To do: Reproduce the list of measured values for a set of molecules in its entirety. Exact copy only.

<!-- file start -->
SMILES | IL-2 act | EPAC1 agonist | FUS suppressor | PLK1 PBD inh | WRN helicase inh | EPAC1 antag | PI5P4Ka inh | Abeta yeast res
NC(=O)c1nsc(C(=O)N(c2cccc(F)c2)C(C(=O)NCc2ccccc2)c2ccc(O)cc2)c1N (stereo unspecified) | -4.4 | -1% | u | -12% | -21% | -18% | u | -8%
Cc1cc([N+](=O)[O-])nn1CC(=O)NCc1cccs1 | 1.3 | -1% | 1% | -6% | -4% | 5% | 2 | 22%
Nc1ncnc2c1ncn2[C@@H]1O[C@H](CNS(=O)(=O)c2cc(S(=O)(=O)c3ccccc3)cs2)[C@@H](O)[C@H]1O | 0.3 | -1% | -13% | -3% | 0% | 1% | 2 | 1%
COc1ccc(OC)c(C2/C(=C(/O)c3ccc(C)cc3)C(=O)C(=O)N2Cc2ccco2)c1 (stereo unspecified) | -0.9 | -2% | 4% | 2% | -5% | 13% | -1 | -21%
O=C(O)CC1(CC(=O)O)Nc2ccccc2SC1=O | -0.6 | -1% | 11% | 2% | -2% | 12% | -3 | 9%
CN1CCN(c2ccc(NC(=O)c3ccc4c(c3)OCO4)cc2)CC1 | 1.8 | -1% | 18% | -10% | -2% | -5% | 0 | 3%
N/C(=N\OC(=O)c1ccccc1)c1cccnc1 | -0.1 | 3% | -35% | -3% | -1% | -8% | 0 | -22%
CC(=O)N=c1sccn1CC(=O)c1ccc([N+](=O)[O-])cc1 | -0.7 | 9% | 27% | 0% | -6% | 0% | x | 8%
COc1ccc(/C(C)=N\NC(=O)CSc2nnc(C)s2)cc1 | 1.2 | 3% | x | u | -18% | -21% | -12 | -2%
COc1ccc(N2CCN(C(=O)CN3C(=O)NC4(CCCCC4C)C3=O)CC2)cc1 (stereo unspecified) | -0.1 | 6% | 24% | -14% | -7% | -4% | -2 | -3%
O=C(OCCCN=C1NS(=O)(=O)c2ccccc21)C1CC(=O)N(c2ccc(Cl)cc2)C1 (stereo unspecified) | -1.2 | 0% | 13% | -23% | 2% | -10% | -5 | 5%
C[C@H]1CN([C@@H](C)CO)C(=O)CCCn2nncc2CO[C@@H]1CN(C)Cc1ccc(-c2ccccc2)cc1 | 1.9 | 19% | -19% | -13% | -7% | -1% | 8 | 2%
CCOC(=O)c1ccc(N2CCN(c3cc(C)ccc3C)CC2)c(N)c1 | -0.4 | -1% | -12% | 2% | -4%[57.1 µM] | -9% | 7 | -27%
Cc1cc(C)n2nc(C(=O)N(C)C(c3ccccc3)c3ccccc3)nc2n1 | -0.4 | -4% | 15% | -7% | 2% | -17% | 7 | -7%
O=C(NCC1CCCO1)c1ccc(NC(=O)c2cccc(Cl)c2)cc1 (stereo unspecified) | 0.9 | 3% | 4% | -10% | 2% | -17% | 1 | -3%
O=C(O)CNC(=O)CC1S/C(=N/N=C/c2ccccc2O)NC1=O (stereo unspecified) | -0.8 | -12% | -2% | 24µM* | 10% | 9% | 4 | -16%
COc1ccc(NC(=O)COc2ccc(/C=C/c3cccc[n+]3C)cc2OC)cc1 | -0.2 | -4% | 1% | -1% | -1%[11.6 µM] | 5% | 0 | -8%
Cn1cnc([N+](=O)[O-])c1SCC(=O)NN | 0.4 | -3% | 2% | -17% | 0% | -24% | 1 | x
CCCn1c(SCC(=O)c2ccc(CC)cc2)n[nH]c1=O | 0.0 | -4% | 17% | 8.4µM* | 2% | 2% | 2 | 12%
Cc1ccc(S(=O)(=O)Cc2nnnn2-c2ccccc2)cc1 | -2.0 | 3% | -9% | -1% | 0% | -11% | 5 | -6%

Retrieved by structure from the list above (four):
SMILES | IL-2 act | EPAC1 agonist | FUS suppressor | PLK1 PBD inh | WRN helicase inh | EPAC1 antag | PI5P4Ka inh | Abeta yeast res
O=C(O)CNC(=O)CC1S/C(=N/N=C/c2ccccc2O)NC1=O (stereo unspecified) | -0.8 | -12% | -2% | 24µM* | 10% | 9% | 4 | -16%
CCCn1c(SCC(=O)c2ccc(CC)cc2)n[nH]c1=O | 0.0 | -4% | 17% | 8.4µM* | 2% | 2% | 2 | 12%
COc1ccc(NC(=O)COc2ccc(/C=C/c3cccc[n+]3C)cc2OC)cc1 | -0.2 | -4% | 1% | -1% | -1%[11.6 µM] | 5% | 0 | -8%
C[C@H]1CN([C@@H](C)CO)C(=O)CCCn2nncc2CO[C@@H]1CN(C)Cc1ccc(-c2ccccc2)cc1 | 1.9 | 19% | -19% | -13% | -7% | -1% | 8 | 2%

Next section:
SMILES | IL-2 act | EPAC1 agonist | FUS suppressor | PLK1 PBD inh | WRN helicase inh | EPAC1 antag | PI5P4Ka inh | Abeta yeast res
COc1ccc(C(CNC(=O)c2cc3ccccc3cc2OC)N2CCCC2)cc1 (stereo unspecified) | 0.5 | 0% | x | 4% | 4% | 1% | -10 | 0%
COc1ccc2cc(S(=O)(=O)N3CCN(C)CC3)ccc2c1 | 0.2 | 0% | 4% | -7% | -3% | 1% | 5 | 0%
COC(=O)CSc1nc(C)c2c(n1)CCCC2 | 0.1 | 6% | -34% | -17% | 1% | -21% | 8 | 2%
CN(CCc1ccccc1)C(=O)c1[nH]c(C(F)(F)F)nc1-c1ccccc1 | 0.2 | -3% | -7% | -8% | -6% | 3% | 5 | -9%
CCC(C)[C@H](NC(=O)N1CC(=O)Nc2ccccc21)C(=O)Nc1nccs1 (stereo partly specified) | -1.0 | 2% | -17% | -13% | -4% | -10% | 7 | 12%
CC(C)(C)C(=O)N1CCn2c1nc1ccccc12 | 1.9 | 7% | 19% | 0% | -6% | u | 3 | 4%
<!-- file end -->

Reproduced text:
SMILES | IL-2 act | EPAC1 agonist | FUS suppressor | PLK1 PBD inh | WRN helicase inh | EPAC1 antag | PI5P4Ka inh | Abeta yeast res
NC(=O)c1nsc(C(=O)N(c2cccc(F)c2)C(C(=O)NCc2ccccc2)c2ccc(O)cc2)c1N (stereo unspecified) | -4.4 | -1% | u | -12% | -21% | -18% | u | -8%
Cc1cc([N+](=O)[O-])nn1CC(=O)NCc1cccs1 | 1.3 | -1% | 1% | -6% | -4% | 5% | 2 | 22%
Nc1ncnc2c1ncn2[C@@H]1O[C@H](CNS(=O)(=O)c2cc(S(=O)(=O)c3ccccc3)cs2)[C@@H](O)[C@H]1O | 0.3 | -1% | -13% | -3% | 0% | 1% | 2 | 1%
COc1ccc(OC)c(C2/C(=C(/O)c3ccc(C)cc3)C(=O)C(=O)N2Cc2ccco2)c1 (stereo unspecified) | -0.9 | -2% | 4% | 2% | -5% | 13% | -1 | -21%
O=C(O)CC1(CC(=O)O)Nc2ccccc2SC1=O | -0.6 | -1% | 11% | 2% | -2% | 12% | -3 | 9%
CN1CCN(c2ccc(NC(=O)c3ccc4c(c3)OCO4)cc2)CC1 | 1.8 | -1% | 18% | -10% | -2% | -5% | 0 | 3%
N/C(=N\OC(=O)c1ccccc1)c1cccnc1 | -0.1 | 3% | -35% | -3% | -1% | -8% | 0 | -22%
CC(=O)N=c1sccn1CC(=O)c1ccc([N+](=O)[O-])cc1 | -0.7 | 9% | 27% | 0% | -6% | 0% | x | 8%
COc1ccc(/C(C)=N\NC(=O)CSc2nnc(C)s2)cc1 | 1.2 | 3% | x | u | -18% | -21% | -12 | -2%
COc1ccc(N2CCN(C(=O)CN3C(=O)NC4(CCCCC4C)C3=O)CC2)cc1 (stereo unspecified) | -0.1 | 6% | 24% | -14% | -7% | -4% | -2 | -3%
O=C(OCCCN=C1NS(=O)(=O)c2ccccc21)C1CC(=O)N(c2ccc(Cl)cc2)C1 (stereo unspecified) | -1.2 | 0% | 13% | -23% | 2% | -10% | -5 | 5%
C[C@H]1CN([C@@H](C)CO)C(=O)CCCn2nncc2CO[C@@H]1CN(C)Cc1ccc(-c2ccccc2)cc1 | 1.9 | 19% | -19% | -13% | -7% | -1% | 8 | 2%
CCOC(=O)c1ccc(N2CCN(c3cc(C)ccc3C)CC2)c(N)c1 | -0.4 | -1% | -12% | 2% | -4%[57.1 µM] | -9% | 7 | -27%
Cc1cc(C)n2nc(C(=O)N(C)C(c3ccccc3)c3ccccc3)nc2n1 | -0.4 | -4% | 15% | -7% | 2% | -17% | 7 | -7%
O=C(NCC1CCCO1)c1ccc(NC(=O)c2cccc(Cl)c2)cc1 (stereo unspecified) | 0.9 | 3% | 4% | -10% | 2% | -17% | 1 | -3%
O=C(O)CNC(=O)CC1S/C(=N/N=C/c2ccccc2O)NC1=O (stereo unspecified) | -0.8 | -12% | -2% | 24µM* | 10% | 9% | 4 | -16%
COc1ccc(NC(=O)COc2ccc(/C=C/c3cccc[n+]3C)cc2OC)cc1 | -0.2 | -4% | 1% | -1% | -1%[11.6 µM] | 5% | 0 | -8%
Cn1cnc([N+](=O)[O-])c1SCC(=O)NN | 0.4 | -3% | 2% | -17% | 0% | -24% | 1 | x
CCCn1c(SCC(=O)c2ccc(CC)cc2)n[nH]c1=O | 0.0 | -4% | 17% | 8.4µM* | 2% | 2% | 2 | 12%
Cc1ccc(S(=O)(=O)Cc2nnnn2-c2ccccc2)cc1 | -2.0 | 3% | -9% | -1% | 0% | -11% | 5 | -6%

Retrieved by structure from the list above (four):
SMILES | IL-2 act | EPAC1 agonist | FUS suppressor | PLK1 PBD inh | WRN helicase inh | EPAC1 antag | PI5P4Ka inh | Abeta yeast res
O=C(O)CNC(=O)CC1S/C(=N/N=C/c2ccccc2O)NC1=O (stereo unspecified) | -0.8 | -12% | -2% | 24µM* | 10% | 9% | 4 | -16%
CCCn1c(SCC(=O)c2ccc(CC)cc2)n[nH]c1=O | 0.0 | -4% | 17% | 8.4µM* | 2% | 2% | 2 | 12%
COc1ccc(NC(=O)COc2ccc(/C=C/c3cccc[n+]3C)cc2OC)cc1 | -0.2 | -4% | 1% | -1% | -1%[11.6 µM] | 5% | 0 | -8%
C[C@H]1CN([C@@H](C)CO)C(=O)CCCn2nncc2CO[C@@H]1CN(C)Cc1ccc(-c2ccccc2)cc1 | 1.9 | 19% | -19% | -13% | -7% | -1% | 8 | 2%

Next section:
SMILES | IL-2 act | EPAC1 agonist | FUS suppressor | PLK1 PBD inh | WRN helicase inh | EPAC1 antag | PI5P4Ka inh | Abeta yeast res
COc1ccc(C(CNC(=O)c2cc3ccccc3cc2OC)N2CCCC2)cc1 (stereo unspecified) | 0.5 | 0% | x | 4% | 4% | 1% | -10 | 0%
COc1ccc2cc(S(=O)(=O)N3CCN(C)CC3)ccc2c1 | 0.2 | 0% | 4% | -7% | -3% | 1% | 5 | 0%
COC(=O)CSc1nc(C)c2c(n1)CCCC2 | 0.1 | 6% | -34% | -17% | 1% | -21% | 8 | 2%
CN(CCc1ccccc1)C(=O)c1[nH]c(C(F)(F)F)nc1-c1ccccc1 | 0.2 | -3% | -7% | -8% | -6% | 3% | 5 | -9%
CCC(C)[C@H](NC(=O)N1CC(=O)Nc2ccccc21)C(=O)Nc1nccs1 (stereo partly specified) | -1.0 | 2% | -17% | -13% | -4% | -10% | 7 | 12%
CC(C)(C)C(=O)N1CCn2c1nc1ccccc12 | 1.9 | 7% | 19% | 0% | -6% | u | 3 | 4%